And the world-renowned piece of railway architecture has now been given a new lease of life after a £2.1m restoration project has been finished following months of specialist repairs.
From today, visitors will be able to witness the viaduct’s 24 arches once again in their full glory amid hopes that the completion of the works will help boost tourism on the Settle to Carlisle railway line.
Since November, scaffolding towers have moved across seven of the arches to carry out masonry, drainage and repainting work on the Grade II*-listed structure.The investment by Network Rail as part of the Great North Rail Project will secure the viaduct’s future as both a historical landmark and a vital railway link.
The work has been completed ahead of the easing of coronavirus lockdown restrictions this spring ready for the expected rise in staycations during the summer.
A surge in visitor numbers has been forecast for the Yorkshire Dales National Park, with the Ribblehead Viaduct among one of its major attractions.
Network Rail’s principal programme sponsor Philippa Britton said: “The teams have worked throughout a harsh winter to restore this hugely important and impressive piece of Victorian engineering for the future and I’m hugely proud of the work we’ve carried out as part of the Great North Rail Project.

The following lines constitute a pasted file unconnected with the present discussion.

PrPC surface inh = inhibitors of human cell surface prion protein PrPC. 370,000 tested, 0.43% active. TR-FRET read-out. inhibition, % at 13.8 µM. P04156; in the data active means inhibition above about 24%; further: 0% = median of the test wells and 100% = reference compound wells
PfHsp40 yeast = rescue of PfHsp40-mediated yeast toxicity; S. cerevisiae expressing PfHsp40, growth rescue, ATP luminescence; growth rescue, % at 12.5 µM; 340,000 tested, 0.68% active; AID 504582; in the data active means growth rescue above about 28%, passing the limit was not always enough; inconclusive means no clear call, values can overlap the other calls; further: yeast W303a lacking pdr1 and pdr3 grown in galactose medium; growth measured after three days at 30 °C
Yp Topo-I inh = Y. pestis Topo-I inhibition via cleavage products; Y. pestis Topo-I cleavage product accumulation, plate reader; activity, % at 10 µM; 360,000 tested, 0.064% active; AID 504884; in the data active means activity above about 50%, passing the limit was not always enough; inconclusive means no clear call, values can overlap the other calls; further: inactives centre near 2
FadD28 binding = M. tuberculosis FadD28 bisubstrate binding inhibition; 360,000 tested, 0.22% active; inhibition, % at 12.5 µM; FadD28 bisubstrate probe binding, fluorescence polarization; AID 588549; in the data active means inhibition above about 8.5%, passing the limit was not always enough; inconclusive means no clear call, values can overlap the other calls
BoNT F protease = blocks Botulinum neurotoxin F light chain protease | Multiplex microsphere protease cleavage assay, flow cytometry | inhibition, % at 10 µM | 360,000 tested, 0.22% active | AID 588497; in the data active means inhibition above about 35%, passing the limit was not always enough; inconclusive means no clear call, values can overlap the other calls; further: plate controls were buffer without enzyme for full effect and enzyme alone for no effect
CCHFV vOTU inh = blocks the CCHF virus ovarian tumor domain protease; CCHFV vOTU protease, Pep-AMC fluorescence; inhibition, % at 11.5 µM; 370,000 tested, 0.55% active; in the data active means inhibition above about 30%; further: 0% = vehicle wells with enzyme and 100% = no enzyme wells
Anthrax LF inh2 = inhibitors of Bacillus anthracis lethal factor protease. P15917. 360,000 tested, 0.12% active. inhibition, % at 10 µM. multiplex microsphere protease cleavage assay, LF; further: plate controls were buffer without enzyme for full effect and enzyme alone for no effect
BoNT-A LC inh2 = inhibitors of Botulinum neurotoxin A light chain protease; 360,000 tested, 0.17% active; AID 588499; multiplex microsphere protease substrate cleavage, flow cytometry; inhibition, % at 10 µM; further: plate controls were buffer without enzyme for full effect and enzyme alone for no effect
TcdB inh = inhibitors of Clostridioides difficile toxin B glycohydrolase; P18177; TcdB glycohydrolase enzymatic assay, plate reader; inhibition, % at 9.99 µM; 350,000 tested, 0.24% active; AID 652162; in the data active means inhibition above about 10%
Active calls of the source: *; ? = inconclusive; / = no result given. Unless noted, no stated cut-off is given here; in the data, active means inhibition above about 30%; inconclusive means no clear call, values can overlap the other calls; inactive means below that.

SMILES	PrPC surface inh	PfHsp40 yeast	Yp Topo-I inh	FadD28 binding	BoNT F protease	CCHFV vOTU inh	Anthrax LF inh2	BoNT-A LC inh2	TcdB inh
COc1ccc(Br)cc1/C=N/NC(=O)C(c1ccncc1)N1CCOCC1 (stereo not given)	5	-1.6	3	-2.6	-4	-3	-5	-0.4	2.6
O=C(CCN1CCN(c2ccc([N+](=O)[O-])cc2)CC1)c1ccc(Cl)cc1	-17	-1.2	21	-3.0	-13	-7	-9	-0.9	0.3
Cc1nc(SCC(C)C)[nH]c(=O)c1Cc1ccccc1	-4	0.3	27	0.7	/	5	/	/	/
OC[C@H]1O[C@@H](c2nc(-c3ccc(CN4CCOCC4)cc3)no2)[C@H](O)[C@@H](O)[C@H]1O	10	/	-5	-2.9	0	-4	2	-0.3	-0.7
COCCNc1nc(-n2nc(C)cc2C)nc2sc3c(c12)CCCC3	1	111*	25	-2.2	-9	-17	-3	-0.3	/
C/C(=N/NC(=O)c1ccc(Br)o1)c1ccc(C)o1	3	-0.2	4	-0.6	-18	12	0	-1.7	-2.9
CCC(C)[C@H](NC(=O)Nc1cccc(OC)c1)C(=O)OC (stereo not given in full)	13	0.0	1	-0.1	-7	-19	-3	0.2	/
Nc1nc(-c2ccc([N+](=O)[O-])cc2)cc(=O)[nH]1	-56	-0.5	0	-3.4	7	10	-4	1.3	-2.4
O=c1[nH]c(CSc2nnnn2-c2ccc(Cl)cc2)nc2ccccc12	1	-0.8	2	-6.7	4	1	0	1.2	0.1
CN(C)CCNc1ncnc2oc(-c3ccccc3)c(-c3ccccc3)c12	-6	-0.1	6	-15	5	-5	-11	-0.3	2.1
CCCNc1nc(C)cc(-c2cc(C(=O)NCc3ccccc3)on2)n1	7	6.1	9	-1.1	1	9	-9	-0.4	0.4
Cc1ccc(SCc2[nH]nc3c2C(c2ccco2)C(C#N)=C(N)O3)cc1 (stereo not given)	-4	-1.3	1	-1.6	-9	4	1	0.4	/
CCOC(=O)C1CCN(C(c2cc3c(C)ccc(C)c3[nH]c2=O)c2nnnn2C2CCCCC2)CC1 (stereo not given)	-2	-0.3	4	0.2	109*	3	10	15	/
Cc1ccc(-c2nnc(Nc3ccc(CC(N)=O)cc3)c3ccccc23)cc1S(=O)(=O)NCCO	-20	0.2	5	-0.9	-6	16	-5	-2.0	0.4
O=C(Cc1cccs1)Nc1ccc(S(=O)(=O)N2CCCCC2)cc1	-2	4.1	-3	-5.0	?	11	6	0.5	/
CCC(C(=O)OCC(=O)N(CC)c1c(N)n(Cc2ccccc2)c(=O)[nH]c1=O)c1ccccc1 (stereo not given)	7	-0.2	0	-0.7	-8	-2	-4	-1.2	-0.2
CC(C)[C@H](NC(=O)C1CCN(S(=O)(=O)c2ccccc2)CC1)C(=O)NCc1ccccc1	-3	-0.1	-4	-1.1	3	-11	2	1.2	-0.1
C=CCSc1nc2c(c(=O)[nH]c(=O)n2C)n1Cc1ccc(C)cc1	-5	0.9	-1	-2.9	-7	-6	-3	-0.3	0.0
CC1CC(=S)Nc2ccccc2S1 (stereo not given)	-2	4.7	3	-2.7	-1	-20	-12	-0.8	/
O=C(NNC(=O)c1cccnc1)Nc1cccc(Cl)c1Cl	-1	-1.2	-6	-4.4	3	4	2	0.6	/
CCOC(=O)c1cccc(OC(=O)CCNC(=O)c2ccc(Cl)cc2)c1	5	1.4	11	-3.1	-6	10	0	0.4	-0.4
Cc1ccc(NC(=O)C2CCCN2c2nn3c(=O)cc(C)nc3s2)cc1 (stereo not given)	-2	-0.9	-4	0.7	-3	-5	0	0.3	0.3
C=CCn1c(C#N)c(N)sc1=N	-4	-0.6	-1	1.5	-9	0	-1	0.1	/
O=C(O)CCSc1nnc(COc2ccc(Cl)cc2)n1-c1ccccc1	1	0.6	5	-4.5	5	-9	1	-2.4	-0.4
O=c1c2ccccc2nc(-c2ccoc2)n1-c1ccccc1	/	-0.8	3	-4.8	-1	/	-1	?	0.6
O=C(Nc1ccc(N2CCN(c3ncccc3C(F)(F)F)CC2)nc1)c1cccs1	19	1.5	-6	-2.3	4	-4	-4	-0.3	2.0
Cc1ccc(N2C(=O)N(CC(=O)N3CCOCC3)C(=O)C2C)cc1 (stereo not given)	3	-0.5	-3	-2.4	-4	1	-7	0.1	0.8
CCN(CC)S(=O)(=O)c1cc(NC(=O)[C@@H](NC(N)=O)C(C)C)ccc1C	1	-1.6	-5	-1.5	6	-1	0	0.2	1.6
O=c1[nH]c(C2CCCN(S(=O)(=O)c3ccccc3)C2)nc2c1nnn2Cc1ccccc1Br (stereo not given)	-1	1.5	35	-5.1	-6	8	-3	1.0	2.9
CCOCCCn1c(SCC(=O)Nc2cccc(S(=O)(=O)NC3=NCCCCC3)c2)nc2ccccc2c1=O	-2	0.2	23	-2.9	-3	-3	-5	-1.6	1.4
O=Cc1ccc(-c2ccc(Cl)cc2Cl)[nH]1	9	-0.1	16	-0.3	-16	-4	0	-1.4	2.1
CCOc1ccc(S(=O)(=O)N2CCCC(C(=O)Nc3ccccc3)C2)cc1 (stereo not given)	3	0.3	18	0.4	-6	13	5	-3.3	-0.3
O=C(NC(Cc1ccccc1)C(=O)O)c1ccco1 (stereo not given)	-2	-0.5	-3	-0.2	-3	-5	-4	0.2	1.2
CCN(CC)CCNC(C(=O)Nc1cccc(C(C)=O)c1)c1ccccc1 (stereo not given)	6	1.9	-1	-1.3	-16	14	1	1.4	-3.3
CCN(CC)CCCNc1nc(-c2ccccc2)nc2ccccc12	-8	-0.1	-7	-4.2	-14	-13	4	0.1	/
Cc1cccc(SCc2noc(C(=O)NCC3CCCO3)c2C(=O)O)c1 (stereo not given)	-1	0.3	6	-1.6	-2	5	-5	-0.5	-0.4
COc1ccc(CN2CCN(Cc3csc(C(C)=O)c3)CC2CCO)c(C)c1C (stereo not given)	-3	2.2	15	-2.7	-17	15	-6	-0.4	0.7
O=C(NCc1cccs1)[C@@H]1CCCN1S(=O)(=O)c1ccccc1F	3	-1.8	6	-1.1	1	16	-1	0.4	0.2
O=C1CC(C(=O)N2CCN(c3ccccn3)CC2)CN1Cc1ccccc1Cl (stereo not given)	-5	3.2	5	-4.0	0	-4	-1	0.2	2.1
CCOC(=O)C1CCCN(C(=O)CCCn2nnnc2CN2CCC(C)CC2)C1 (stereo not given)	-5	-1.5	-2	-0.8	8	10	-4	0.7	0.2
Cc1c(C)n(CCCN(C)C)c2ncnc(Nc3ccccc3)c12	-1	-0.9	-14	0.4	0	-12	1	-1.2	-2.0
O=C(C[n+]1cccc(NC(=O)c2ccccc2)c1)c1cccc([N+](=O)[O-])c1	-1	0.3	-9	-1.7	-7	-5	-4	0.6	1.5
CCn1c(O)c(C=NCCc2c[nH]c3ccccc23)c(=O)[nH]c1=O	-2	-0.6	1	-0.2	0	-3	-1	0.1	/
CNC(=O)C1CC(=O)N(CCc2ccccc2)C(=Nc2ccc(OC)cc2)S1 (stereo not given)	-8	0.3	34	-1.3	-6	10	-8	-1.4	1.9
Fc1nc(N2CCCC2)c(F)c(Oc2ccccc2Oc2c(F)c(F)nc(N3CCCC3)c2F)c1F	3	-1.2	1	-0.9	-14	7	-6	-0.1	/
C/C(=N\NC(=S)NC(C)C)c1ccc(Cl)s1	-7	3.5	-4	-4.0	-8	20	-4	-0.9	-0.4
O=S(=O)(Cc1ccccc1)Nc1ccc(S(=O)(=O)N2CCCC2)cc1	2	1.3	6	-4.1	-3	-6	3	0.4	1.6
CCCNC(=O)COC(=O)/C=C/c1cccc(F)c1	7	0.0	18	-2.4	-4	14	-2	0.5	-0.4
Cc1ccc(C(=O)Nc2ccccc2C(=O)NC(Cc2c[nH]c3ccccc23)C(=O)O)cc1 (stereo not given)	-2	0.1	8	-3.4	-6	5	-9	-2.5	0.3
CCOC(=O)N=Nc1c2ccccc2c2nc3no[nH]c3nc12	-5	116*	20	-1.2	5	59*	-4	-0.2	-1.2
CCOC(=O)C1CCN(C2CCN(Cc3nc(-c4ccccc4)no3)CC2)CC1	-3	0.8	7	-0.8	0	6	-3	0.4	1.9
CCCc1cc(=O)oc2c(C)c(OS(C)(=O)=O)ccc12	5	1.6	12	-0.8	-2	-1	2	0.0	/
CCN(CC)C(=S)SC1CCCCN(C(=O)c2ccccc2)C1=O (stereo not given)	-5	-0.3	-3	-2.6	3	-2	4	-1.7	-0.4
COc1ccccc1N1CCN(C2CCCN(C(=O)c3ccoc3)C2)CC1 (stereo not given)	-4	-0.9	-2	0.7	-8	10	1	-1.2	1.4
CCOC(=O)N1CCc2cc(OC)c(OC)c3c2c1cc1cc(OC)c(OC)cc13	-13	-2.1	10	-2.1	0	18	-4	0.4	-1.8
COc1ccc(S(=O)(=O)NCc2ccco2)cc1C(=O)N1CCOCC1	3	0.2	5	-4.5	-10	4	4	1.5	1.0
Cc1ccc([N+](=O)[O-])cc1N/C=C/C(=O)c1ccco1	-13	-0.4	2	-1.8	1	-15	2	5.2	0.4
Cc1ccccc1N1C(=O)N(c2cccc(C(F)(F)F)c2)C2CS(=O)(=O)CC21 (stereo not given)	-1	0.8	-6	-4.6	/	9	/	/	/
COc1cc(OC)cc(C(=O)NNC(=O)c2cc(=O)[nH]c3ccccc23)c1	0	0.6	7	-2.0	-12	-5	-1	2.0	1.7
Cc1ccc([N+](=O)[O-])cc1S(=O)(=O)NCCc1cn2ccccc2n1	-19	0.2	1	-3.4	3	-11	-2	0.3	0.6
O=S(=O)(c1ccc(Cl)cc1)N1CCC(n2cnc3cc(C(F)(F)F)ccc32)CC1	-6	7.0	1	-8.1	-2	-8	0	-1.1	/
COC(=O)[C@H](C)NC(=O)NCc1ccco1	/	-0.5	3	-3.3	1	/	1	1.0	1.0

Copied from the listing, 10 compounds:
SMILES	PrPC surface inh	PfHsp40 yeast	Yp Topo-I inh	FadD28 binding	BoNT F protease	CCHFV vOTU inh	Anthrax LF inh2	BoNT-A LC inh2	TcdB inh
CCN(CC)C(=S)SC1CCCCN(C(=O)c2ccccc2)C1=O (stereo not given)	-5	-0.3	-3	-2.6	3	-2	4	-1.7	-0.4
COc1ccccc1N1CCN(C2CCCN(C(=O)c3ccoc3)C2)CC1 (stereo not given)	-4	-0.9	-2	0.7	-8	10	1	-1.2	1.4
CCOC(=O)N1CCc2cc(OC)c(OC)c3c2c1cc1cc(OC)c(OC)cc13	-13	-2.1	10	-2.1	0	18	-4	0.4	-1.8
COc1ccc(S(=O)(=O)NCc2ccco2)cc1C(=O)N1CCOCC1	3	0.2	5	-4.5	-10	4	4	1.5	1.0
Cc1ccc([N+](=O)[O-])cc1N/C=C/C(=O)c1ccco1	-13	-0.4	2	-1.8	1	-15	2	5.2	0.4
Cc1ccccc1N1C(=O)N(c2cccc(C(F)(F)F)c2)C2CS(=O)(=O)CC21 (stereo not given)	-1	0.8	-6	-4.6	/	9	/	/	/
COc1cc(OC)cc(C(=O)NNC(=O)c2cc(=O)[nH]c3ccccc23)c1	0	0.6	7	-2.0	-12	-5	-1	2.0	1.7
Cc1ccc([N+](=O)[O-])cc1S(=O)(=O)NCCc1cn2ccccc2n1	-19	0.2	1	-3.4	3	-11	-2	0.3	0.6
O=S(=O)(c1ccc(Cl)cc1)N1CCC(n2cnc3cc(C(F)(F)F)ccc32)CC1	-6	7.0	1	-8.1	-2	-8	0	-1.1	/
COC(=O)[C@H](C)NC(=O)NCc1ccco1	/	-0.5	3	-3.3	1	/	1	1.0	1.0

“We’ve worked incredibly closely with heritage experts and conservationists to make sure the repairs were sympathetic to the historical structure, but would also last the test of time. Now these once-in-a-generation repairs are complete, we hope you won’t see scaffolding on this scale at Ribblehead again for many decades to come.”
The viaduct provides an important transport corridor for local people, tourists and freight, carrying the Settle to Carlisle railway across Batty Moss.
The renovation works will make journeys more reliable for passengers on Northern trains and tourism charter services such as the Staycation Express, which launched in the summer last year.
Detailed laser and drone surveys were also carried out on the viaduct for the first time, giving a detailed record of its condition so it can be closely monitored in the future.
In February, plans were submitted to the Yorkshire Dales National Park Authority to fix minor faults found during the course of the planned work. Permission was granted so these repairs could be completed as part of the same project. Detailed inspections of the viaduct are carried out every six years, while major works are carried out each decade.
Stretching for 440 yards, the Ribblehead Viaduct’s 24 arches sweep through the Three Peaks region of Yorkshire Dales National Park.
The structure is 104ft high, and was built between 1870 and 1875 before it was opened to passengers on May 1, 1876.
During the 1980s, British Rail had proposed closing the Settle to Carlisle line. However, after lobbying by the public against closure, it was announced in 1989 that the line would be retained.